I remain, my affectionate Sir, Another particular, through which Your very humble and obliged servant, I have been inclined to believe the divi" (Sigoed) SAMUEL' WEBLEY.

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**The Committee will only observe up- exception, (The Way to Wealth, hy on this occurrence, that the Society Dr. Franklin,) they were all original have equal reason to be satisfied with compositions, and the productions of their wise and generous exertions, whe- ladies who were before literary benefacther the event be conformable or con- tresses to the Society. Mrs. Mary trary to their wishes; and that, indeed, Hughes was particularly named, as havin the language of the letter just read, ing furnished the manuscript of three of " our object is in part accomplished, if the new numbers. In addition to these we set the human mind upon inquiry, new Tracts, amounting in all to 30,000 whether inquiry lead to us or from us." copies, the Committee reported that they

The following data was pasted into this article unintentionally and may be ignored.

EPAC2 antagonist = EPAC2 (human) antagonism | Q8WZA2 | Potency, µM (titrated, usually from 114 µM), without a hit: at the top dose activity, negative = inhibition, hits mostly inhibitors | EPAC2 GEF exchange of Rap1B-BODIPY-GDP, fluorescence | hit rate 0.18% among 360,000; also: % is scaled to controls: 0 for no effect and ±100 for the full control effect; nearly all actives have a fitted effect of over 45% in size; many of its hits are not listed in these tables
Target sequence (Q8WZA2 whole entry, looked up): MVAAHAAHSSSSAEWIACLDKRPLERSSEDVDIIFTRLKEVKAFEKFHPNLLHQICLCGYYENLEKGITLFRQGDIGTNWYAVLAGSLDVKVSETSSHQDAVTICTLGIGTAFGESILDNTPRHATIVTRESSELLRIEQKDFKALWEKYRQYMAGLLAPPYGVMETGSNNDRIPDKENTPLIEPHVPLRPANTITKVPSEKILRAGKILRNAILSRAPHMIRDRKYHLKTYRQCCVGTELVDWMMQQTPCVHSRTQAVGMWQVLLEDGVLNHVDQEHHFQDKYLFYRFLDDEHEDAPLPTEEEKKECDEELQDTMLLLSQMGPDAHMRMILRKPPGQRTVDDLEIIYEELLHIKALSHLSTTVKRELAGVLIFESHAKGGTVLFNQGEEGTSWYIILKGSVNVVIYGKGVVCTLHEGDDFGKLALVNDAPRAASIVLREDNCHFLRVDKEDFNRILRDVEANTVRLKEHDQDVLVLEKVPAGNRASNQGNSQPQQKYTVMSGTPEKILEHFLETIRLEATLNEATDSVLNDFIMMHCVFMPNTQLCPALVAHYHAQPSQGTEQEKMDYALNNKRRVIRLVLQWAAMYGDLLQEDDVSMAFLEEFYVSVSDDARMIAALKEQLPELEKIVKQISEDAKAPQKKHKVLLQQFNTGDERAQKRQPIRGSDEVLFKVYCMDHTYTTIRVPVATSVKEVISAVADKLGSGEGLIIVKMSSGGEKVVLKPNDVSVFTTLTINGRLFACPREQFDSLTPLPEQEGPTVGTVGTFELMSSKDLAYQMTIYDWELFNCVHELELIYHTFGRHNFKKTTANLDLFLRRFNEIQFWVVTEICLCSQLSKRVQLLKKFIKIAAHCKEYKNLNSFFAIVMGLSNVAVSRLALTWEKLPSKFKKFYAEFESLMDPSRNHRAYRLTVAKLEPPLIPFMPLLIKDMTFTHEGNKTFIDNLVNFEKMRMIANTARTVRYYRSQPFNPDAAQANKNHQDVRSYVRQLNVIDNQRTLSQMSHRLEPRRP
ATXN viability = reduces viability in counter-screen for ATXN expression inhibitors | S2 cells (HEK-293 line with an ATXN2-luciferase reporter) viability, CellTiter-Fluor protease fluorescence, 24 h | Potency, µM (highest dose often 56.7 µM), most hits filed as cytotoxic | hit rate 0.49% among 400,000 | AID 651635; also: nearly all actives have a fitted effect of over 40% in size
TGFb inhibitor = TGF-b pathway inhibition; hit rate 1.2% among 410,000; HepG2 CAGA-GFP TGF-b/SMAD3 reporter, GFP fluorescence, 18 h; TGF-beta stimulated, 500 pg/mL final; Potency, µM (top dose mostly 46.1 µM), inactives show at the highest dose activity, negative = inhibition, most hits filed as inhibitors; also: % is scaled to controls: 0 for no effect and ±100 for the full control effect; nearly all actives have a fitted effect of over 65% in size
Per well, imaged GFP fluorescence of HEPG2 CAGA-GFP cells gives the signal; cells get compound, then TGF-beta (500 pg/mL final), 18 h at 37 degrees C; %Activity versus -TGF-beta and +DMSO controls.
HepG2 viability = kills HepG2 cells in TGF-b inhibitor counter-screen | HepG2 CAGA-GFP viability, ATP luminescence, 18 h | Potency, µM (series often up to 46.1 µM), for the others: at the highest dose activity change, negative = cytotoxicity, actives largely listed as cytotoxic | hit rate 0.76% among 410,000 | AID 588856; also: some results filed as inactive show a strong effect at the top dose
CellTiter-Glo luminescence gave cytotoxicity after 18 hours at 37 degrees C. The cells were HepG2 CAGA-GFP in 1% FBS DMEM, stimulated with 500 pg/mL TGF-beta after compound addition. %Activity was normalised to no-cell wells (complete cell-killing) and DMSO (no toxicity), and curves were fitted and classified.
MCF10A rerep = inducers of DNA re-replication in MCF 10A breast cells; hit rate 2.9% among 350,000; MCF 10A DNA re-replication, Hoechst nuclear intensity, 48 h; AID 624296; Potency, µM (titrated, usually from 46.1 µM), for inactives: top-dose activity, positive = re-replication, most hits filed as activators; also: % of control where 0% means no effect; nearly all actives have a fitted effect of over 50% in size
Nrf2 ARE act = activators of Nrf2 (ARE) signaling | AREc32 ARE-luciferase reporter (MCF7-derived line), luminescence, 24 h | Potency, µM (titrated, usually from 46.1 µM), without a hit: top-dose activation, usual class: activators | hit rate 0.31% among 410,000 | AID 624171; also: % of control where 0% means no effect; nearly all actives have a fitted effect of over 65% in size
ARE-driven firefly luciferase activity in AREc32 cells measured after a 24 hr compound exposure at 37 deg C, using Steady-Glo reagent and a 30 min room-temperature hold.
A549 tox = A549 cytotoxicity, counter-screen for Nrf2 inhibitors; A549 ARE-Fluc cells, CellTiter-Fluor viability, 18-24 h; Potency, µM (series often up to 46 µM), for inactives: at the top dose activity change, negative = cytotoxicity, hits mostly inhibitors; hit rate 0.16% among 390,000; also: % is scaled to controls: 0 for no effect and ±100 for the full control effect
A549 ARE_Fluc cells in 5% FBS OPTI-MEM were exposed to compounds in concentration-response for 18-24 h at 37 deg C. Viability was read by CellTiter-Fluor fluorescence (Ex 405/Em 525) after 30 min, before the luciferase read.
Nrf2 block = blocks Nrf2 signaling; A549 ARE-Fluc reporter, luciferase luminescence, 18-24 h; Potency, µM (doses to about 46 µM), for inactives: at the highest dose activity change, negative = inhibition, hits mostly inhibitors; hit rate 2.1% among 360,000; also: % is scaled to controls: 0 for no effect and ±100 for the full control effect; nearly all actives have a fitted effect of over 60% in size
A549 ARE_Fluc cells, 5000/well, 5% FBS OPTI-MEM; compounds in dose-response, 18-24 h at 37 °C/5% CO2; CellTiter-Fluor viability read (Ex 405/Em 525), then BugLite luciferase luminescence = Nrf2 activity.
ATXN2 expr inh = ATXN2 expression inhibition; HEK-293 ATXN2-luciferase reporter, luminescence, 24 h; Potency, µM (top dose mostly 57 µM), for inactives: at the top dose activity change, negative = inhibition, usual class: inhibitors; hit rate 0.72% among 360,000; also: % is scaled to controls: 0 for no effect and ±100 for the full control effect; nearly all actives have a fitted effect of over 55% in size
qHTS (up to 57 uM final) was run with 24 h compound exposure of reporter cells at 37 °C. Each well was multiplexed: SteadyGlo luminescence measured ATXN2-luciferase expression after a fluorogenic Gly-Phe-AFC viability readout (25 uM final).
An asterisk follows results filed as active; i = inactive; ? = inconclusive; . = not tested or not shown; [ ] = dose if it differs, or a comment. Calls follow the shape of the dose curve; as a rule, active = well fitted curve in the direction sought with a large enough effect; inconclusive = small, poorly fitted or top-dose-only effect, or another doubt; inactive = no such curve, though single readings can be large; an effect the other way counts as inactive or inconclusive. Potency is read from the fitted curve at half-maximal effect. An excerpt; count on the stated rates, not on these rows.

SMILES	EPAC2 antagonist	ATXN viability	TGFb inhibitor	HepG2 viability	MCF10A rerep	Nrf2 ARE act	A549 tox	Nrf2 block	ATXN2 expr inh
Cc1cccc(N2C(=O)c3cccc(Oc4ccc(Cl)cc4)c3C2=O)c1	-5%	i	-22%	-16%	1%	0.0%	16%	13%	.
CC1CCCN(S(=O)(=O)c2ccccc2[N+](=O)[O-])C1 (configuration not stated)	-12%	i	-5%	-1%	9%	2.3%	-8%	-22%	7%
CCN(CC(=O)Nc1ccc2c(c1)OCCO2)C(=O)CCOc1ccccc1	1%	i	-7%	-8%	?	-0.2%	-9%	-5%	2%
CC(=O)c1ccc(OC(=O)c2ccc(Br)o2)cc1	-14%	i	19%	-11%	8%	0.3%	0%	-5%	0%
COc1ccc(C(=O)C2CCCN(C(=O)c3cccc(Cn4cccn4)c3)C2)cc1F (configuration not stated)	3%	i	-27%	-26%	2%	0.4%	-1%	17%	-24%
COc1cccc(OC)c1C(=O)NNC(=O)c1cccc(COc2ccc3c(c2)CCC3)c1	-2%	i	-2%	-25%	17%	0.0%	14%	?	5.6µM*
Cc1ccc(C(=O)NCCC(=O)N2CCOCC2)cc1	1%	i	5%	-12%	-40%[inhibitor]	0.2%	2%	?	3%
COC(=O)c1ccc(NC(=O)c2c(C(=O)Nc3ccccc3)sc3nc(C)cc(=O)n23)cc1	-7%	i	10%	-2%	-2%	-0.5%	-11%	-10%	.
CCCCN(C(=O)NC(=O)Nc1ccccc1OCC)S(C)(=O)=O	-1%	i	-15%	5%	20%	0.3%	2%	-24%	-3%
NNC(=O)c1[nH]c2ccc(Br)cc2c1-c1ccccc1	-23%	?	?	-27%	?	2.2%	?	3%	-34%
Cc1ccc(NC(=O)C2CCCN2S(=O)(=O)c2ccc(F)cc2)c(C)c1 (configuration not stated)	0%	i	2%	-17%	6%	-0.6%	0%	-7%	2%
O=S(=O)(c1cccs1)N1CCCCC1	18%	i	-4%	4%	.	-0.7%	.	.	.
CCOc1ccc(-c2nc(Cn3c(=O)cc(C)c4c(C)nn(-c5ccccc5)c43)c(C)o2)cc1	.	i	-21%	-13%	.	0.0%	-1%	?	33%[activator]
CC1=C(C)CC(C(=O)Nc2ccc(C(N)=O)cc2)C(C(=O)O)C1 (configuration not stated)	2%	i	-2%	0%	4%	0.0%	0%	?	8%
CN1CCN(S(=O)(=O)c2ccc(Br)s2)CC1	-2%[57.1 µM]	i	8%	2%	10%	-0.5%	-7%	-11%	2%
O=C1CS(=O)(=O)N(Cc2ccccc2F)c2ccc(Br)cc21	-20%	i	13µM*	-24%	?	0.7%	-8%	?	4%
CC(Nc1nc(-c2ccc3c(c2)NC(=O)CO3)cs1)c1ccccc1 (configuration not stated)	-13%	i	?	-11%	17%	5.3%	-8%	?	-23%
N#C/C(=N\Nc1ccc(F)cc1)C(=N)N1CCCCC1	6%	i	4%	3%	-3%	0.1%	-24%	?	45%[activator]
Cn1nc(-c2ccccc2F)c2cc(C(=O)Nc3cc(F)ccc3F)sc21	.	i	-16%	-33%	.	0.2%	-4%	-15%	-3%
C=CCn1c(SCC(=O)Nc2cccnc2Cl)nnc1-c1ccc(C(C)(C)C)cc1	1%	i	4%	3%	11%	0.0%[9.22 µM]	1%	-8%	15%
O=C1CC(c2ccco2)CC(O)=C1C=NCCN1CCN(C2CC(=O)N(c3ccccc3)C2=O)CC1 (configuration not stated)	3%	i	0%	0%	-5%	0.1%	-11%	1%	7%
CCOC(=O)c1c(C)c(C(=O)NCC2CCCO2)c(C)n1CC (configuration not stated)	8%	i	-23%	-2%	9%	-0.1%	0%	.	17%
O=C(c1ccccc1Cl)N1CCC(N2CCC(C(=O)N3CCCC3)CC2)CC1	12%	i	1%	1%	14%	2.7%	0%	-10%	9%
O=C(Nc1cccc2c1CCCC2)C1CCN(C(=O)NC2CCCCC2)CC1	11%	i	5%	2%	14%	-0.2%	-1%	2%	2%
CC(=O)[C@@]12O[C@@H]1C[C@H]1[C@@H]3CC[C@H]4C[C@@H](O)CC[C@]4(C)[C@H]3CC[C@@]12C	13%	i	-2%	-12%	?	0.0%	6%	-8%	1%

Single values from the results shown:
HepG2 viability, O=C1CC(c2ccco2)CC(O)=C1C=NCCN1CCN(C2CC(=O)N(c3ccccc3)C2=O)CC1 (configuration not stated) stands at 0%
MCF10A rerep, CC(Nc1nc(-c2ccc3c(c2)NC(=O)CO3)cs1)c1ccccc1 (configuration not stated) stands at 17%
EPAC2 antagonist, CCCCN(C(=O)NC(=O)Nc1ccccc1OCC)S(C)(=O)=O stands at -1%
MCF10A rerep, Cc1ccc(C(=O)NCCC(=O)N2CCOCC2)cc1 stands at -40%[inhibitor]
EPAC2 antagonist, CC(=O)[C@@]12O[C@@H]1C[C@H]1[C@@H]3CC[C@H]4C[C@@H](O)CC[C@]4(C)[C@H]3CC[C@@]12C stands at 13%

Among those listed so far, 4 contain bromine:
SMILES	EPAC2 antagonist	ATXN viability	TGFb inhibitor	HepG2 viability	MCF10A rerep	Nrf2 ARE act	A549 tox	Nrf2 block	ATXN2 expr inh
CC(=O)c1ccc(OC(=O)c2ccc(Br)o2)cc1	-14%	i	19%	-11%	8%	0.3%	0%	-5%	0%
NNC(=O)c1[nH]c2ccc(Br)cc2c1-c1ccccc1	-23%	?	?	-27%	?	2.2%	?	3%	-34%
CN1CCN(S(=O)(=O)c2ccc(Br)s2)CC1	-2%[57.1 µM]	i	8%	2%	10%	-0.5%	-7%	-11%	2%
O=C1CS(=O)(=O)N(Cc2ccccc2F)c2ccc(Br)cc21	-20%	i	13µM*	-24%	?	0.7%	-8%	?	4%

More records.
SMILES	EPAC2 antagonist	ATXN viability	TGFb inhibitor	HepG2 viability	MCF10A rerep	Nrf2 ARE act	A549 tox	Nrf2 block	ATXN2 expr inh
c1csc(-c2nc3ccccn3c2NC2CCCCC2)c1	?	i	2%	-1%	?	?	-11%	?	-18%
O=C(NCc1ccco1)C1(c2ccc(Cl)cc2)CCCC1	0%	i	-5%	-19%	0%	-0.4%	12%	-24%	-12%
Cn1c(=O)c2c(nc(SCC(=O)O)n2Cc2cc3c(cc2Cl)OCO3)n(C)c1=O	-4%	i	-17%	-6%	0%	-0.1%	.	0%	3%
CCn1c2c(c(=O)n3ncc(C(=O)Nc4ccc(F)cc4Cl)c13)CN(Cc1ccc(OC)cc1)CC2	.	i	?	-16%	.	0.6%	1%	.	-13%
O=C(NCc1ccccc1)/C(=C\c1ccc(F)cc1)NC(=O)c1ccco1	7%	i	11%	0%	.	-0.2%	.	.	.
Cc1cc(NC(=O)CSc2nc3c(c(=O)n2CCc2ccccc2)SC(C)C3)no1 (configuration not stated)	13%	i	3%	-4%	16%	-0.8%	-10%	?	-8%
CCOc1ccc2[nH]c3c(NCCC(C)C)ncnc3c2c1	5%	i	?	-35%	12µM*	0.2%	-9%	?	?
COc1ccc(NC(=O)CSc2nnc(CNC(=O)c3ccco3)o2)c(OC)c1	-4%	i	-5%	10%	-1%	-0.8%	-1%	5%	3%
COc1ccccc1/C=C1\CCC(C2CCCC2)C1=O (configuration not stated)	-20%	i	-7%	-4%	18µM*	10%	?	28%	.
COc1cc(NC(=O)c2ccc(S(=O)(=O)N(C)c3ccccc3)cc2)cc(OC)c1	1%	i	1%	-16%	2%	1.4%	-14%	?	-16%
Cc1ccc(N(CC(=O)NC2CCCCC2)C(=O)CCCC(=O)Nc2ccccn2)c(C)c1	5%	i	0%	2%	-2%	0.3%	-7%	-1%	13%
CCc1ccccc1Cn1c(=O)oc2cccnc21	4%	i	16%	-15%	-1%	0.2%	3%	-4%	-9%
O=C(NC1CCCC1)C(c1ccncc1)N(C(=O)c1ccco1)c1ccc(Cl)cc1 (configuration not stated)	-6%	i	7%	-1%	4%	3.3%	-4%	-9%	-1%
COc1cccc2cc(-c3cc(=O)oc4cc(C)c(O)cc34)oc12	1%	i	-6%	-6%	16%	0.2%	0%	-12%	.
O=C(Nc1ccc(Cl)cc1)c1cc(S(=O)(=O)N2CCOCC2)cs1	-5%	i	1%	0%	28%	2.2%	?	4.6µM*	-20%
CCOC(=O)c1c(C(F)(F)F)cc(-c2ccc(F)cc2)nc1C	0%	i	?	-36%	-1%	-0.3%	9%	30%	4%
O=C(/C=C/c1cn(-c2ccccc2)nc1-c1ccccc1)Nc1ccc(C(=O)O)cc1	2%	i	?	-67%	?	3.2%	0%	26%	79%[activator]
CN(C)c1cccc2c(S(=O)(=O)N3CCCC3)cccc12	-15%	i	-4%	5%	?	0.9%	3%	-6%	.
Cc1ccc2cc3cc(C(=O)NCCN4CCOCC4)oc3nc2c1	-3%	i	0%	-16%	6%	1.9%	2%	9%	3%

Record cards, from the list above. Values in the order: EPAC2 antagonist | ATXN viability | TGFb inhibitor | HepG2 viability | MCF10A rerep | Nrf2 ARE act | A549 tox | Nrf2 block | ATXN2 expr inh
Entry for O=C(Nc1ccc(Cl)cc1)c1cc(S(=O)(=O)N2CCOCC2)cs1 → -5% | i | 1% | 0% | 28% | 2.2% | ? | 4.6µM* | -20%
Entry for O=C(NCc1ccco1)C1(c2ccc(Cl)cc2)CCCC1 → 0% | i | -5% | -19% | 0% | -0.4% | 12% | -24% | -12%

had reprinted five of the former pieces.

The total number of copies reprinted was Christian Tract Society a

stated to be 20,500, making the whole The fourth Anniversary of the Chris. tration, 50,500 copies. In consequence of

printed, during the period of their adminis tian Tract Society was holden, on Wed. this accession of new Tracts, the Commitnesday, November the 18th, at the Old tee intimated the probability of the speedy London Tavern, Bishopsgate Street.-In completion of another volume. "The the meeting for business, Thomas Gibe Report next presented a brief account son, Esq. was called to the chair. The of the past labours of the Society, from Report of the Committee was read by which it appeared that since its comthe Secretary, and received with much mencement, it had printed, in all, satisfaction. It began by announcing 136,500 Tracts, of which the numbet the growing prosperity of the institution, actually circulated was not less than and the continued approbation with

90,000. which its publications were received With respect to its means for future wherever they had been circulated. operation, the following statement was Several additions were stated to have made of its funds and property: been made to the list of subscribers dur. ing the past year. Means were also